Sept 4, 2003
By PAUL NEWBERRY
AP Sports Writer
ATLANTA (AP) - It started in 1892, but the Georgia Tech-Auburn rivalry really picked up steam four years later.
Auburn students supposedly sneaked out of their rooms in the middle of the night, soaked the railroad tracks with pig grease and sent Georgia Tech's train careening right through town.
The steam locomotive slid "halfway to Loachapoka" before coming to a stop, forcing the Yellow Jackets to make a five-mile trek back to Auburn. Not surprisingly, the weary visitors lost 45-0.
Fortunately for the Tigers, they won't face that sort of retribution when this colorful series - once one of the longest in all of college football - resumes Saturday at Georgia Tech's Bobby Dodd Stadium after a 16-year hiatus.
No. 17 Auburn (0-1), coming off a humiliating home loss to Southern California, will try to rebound in its first game against Georgia Tech (0-1) since 1987.
"I'm really looking forward to going back and walking down memory lane," Auburn athletic director David Housel said Thursday. "There's so many memories tied up in Atlanta and the Tech game. It's going to be great."
These schools, located less than two hours apart, played every year from 1906-87, except for 1943 when Auburn didn't have a team because of World War II.
But the former Southeastern Conference rivals broke off their series after Georgia Tech moved to the Atlantic Coast Conference. For most of today's players and coaches, there are no recollections of the "Wreck Tech" parade (an offshoot from the 1896 incident) or awe-struck Auburn fans who called Dodd "Bobby God" as he reeled off 13 consecutive victories over the Tigers in the 1940s and '50s.
"I know very little about it," second-year Georgia Tech coach Chan Gailey admitted. "I don't know if everybody remembers all the history. How long has it been? 1987?"
Patrick Nix remembers. A former Auburn quarterback who now coaches at Georgia Tech, he was a kid with his ear to the radio when the teams played two thrilling games in the 1980s.
Bo Jackson broke loose down the sideline for a late touchdown that gave Auburn a 17-14 victory in 1985. Two years later, the Tigers scored twice in the final 22 seconds to beat the Yellow Jackets 20-10. Lawyer Tillman caught a 4-yard pass in the back of the end zone, then Aundray Bruce returned an interception 45 yards for a touchdown on the final play.
"I remember the rivalry, how great it was, how big it was to the fans," said Nix, who played at Auburn from 1991-95. "They've been waiting on this for 16 years."
Only this time, Nix will be on the other side of the field.
"There's going to be a lot of emotion," he said. "I love Auburn. But for this one day, the Nix family is Ramblin' Wreck through and through. I want to beat them worse than anything in the world."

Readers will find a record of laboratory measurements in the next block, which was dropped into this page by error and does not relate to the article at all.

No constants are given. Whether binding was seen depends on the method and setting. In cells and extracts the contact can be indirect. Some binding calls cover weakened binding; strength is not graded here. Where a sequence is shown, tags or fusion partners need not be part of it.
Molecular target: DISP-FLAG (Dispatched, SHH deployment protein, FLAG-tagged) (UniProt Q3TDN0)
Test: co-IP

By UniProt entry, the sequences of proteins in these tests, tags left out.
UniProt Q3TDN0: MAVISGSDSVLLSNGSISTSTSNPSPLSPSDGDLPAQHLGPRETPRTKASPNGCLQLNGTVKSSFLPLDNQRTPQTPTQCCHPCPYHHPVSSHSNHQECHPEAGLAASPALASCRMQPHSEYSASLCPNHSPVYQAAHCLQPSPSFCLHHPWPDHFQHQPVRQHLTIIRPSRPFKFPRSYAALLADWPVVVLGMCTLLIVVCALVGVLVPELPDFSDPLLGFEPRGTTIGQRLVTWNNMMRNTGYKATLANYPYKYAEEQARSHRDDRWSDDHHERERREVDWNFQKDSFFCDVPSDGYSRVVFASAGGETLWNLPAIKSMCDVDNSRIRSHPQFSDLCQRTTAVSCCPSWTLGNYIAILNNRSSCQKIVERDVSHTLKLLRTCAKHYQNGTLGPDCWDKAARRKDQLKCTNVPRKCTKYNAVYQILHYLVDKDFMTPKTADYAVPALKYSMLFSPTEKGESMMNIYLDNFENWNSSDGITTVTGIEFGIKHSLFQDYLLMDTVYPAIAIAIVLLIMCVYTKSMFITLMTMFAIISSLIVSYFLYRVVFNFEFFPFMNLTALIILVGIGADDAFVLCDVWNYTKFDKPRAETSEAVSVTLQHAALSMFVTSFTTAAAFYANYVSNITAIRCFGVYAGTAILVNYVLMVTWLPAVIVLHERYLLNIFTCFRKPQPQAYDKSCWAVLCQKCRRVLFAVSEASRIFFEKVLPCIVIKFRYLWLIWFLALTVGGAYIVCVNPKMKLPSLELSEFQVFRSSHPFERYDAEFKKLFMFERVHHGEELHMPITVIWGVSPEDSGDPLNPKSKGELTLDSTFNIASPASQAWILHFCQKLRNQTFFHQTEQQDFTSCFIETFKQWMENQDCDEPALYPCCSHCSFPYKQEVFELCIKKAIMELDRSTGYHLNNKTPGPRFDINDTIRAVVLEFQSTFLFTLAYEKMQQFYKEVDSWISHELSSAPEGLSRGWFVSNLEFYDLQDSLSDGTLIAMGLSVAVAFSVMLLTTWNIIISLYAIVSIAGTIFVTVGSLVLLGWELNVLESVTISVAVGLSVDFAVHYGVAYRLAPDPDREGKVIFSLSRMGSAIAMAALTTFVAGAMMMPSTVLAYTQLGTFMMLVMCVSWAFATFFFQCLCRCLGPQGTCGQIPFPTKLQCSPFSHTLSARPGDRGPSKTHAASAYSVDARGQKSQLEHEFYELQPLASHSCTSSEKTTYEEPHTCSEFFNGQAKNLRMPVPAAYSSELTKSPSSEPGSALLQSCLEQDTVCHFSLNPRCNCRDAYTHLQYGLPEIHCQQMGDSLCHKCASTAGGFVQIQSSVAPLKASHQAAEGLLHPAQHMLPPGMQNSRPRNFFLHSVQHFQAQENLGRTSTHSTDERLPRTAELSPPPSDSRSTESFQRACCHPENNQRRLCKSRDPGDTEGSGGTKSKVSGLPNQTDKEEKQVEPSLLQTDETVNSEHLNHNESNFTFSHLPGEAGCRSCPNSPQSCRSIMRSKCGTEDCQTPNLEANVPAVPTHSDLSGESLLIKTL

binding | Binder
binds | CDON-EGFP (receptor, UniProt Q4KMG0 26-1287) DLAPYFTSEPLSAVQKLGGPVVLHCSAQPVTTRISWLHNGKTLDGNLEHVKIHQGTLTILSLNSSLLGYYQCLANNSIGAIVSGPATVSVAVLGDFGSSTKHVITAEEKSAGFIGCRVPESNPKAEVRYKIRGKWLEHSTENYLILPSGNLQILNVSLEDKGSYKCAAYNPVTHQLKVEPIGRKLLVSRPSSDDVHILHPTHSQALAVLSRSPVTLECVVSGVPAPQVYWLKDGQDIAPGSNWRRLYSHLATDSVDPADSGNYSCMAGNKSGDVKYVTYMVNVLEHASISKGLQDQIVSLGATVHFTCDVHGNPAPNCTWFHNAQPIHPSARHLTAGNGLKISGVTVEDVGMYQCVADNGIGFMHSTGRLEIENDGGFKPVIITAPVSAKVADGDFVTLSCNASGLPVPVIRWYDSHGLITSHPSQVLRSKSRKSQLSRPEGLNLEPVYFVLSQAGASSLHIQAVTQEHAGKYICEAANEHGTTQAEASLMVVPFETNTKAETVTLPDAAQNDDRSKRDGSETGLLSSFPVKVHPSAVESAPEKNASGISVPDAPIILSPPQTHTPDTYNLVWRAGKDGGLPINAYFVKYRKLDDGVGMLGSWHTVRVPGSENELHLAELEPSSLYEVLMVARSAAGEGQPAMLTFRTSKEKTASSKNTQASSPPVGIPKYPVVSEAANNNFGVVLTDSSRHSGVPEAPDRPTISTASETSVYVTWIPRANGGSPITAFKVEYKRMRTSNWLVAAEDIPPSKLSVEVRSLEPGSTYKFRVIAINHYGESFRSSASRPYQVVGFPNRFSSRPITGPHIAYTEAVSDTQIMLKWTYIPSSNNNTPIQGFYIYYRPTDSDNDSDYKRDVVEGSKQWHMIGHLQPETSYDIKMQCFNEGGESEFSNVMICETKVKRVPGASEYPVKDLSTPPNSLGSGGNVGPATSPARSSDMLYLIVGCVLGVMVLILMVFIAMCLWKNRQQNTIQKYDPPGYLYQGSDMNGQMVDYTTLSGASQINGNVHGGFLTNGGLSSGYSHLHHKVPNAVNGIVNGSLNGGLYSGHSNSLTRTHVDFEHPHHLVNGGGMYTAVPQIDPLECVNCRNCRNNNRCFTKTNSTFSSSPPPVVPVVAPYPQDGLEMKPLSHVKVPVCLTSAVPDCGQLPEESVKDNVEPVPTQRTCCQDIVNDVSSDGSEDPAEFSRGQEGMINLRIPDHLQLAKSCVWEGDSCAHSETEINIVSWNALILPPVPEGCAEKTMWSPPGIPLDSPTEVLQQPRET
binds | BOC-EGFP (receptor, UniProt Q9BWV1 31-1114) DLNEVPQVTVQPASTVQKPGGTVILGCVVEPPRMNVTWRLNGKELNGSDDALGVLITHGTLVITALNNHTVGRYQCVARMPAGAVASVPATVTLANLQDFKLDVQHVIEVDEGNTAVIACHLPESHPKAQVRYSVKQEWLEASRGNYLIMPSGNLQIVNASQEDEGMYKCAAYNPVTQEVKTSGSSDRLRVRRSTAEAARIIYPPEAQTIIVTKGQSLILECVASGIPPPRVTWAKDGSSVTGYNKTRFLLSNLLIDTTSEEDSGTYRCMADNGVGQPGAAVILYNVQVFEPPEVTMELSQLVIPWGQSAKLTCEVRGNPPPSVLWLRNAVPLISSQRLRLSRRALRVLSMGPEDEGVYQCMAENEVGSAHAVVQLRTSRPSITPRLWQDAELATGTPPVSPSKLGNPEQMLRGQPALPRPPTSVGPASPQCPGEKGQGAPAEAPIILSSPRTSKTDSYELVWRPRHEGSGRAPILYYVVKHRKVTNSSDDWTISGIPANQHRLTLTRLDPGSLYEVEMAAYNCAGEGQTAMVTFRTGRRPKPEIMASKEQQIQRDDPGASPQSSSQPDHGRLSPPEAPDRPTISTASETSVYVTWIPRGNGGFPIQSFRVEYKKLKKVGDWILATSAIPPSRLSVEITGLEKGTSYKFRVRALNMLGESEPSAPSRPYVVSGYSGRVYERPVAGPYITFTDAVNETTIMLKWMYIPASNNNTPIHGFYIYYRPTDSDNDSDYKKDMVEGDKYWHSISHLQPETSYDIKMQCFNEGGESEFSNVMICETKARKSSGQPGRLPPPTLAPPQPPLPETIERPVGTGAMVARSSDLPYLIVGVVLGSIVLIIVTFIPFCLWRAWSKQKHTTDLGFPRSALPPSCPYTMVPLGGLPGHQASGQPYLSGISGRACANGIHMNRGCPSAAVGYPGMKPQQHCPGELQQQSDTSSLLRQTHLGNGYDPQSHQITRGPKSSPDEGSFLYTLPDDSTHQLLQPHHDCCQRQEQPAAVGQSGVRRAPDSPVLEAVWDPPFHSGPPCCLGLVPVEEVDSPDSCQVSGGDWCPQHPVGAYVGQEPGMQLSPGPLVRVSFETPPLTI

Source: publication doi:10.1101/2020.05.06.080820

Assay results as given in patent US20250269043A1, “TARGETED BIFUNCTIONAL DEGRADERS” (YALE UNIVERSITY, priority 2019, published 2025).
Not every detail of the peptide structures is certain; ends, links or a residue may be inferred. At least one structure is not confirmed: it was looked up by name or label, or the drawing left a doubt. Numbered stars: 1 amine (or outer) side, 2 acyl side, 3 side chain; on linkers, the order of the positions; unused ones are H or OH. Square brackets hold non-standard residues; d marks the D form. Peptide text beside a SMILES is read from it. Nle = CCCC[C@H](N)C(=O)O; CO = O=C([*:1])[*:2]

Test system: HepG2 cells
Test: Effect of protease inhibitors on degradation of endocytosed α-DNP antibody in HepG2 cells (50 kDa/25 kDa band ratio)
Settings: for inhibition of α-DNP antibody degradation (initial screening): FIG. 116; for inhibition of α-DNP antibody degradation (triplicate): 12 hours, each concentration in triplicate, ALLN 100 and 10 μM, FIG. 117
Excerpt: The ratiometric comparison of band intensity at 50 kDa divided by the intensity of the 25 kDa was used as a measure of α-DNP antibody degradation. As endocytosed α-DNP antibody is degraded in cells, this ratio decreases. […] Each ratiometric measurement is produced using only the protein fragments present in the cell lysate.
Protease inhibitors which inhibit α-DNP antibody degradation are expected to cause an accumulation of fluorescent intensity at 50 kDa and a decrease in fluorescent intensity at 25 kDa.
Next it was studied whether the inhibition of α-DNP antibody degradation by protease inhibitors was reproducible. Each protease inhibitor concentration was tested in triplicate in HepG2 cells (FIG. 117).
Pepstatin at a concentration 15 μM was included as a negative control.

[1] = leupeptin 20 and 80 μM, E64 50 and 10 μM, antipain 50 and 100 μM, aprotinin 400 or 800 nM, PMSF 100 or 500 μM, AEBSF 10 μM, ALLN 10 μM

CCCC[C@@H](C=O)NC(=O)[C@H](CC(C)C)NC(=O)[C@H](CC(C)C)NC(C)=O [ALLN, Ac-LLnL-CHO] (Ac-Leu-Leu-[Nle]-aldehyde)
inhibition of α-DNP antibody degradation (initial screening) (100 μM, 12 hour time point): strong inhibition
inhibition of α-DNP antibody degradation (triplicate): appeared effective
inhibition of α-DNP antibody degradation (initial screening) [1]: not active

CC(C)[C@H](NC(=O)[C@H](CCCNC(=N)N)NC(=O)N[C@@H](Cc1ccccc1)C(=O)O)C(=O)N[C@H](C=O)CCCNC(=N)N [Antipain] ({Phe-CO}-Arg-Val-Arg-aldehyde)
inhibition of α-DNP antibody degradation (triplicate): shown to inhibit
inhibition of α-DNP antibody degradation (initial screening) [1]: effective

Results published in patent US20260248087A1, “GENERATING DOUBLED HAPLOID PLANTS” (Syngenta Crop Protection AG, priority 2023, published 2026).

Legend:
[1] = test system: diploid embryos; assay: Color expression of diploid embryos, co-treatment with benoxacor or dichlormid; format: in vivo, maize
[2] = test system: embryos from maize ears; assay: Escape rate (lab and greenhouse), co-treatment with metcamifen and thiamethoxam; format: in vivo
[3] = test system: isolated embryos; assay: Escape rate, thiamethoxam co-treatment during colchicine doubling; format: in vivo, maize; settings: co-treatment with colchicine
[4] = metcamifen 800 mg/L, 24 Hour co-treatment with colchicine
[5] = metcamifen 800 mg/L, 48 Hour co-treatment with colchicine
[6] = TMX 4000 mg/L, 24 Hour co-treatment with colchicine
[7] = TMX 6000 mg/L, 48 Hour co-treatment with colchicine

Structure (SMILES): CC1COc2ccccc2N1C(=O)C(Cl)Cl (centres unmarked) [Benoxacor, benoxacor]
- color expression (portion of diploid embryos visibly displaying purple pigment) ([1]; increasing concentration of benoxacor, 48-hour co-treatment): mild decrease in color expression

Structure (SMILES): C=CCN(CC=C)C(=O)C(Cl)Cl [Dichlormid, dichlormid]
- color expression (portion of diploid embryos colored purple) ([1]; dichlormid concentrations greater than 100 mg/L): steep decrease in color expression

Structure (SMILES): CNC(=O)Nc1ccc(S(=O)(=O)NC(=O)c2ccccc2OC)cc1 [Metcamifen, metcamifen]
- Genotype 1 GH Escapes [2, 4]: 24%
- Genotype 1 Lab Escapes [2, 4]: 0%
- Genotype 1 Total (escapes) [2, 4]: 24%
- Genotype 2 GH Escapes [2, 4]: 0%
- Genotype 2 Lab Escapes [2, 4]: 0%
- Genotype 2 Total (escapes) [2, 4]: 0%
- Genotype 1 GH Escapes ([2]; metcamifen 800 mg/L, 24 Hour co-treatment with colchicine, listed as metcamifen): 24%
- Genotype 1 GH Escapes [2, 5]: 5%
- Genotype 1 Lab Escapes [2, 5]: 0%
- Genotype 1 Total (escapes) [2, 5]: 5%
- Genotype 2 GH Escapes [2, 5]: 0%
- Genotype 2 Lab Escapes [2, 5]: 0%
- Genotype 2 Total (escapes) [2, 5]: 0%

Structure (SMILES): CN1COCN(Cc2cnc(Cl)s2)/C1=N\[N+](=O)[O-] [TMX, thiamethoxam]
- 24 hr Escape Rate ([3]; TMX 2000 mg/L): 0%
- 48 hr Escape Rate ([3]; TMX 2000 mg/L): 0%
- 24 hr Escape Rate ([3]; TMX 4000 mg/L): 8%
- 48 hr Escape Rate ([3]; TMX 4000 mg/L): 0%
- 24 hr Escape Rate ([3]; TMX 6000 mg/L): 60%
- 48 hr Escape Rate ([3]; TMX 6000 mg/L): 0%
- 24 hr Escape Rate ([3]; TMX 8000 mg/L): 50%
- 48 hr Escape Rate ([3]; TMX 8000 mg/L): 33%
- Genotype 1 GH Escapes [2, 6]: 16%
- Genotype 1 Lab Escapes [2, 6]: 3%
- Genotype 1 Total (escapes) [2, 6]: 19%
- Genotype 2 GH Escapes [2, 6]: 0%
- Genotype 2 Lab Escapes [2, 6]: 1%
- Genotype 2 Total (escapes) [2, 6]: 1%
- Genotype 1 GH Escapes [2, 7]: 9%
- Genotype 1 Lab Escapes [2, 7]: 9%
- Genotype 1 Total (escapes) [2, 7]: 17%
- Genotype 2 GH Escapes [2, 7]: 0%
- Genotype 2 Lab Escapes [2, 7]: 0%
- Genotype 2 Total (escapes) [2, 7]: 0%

The rivalry between Georgia Tech and Auburn actually predates their football series, which is the second-oldest in the Deep South. The Tigers played Georgia in February 1892, nine months before they faced Georgia Tech for the first time.
"We have a very fine engineering program and, of course, Georgia Tech has a very fine engineering program," Housel said. "Before football was ever in the equation, there was a competitiveness between the program at Georgia Tech and the program at Auburn."
From 1892-1904, the teams played five times in Atlanta and four times in Auburn. Beginning in 1906, there would be 54 consecutive games in Atlanta, the Yellow Jackets refusing to travel to the Tigers' smaller home stadium.
"We didn't have a facility that was big enough," Housel recalled. "In those days, Georgia Tech was the pre-eminent school, the pre-eminent program with the pre-eminent facilities. Everybody measured themselves to Georgia Tech."
When the Yellow Jackets put together their 13-game winning streak, beginning in 1941, some Auburn fans wondered if a higher force was at work.
"We though Bobby Dodd had put a jinx on us," Housel said. "We called him Bobby God."
The drought was snapped in 1955 when the Tigers upset Georgia Tech 14-12. Then, in 1960, the Yellow Jackets finally ventured back across the state line, albeit to Birmingham's Legion Field, to play Auburn.
For Housel, those games carry just as much historical significance as some of Auburn's biggest victories against hated Alabama.
"The cry at that time was not to beat Bama. The cry at that time was not to beat Georgia. The cry at that time was to beat Tech," he said. "You can measure the growth and development of Auburn's football program through the series with Georgia Tech."
The teams will play at Auburn in 2004, but there are no plans beyond that. Because of conference alignments, it's unlikely the schools will ever play on an annual basis again.
Nevertheless, Auburn planned to rekindle a bit of history with another "Wreck Tech" parade Thursday night - even though most of the students are too young to remember the last one.
"The only thing we ever used to yell was 'Wreck Tech! Wreck Tech! Wreck the hell out of Georgia Tech!" Housel said with a chuckle. "I bet these kids never even heard of it."
Tommy Tuberville's Tigers face Georgia Tech Saturday for the first time since 1987.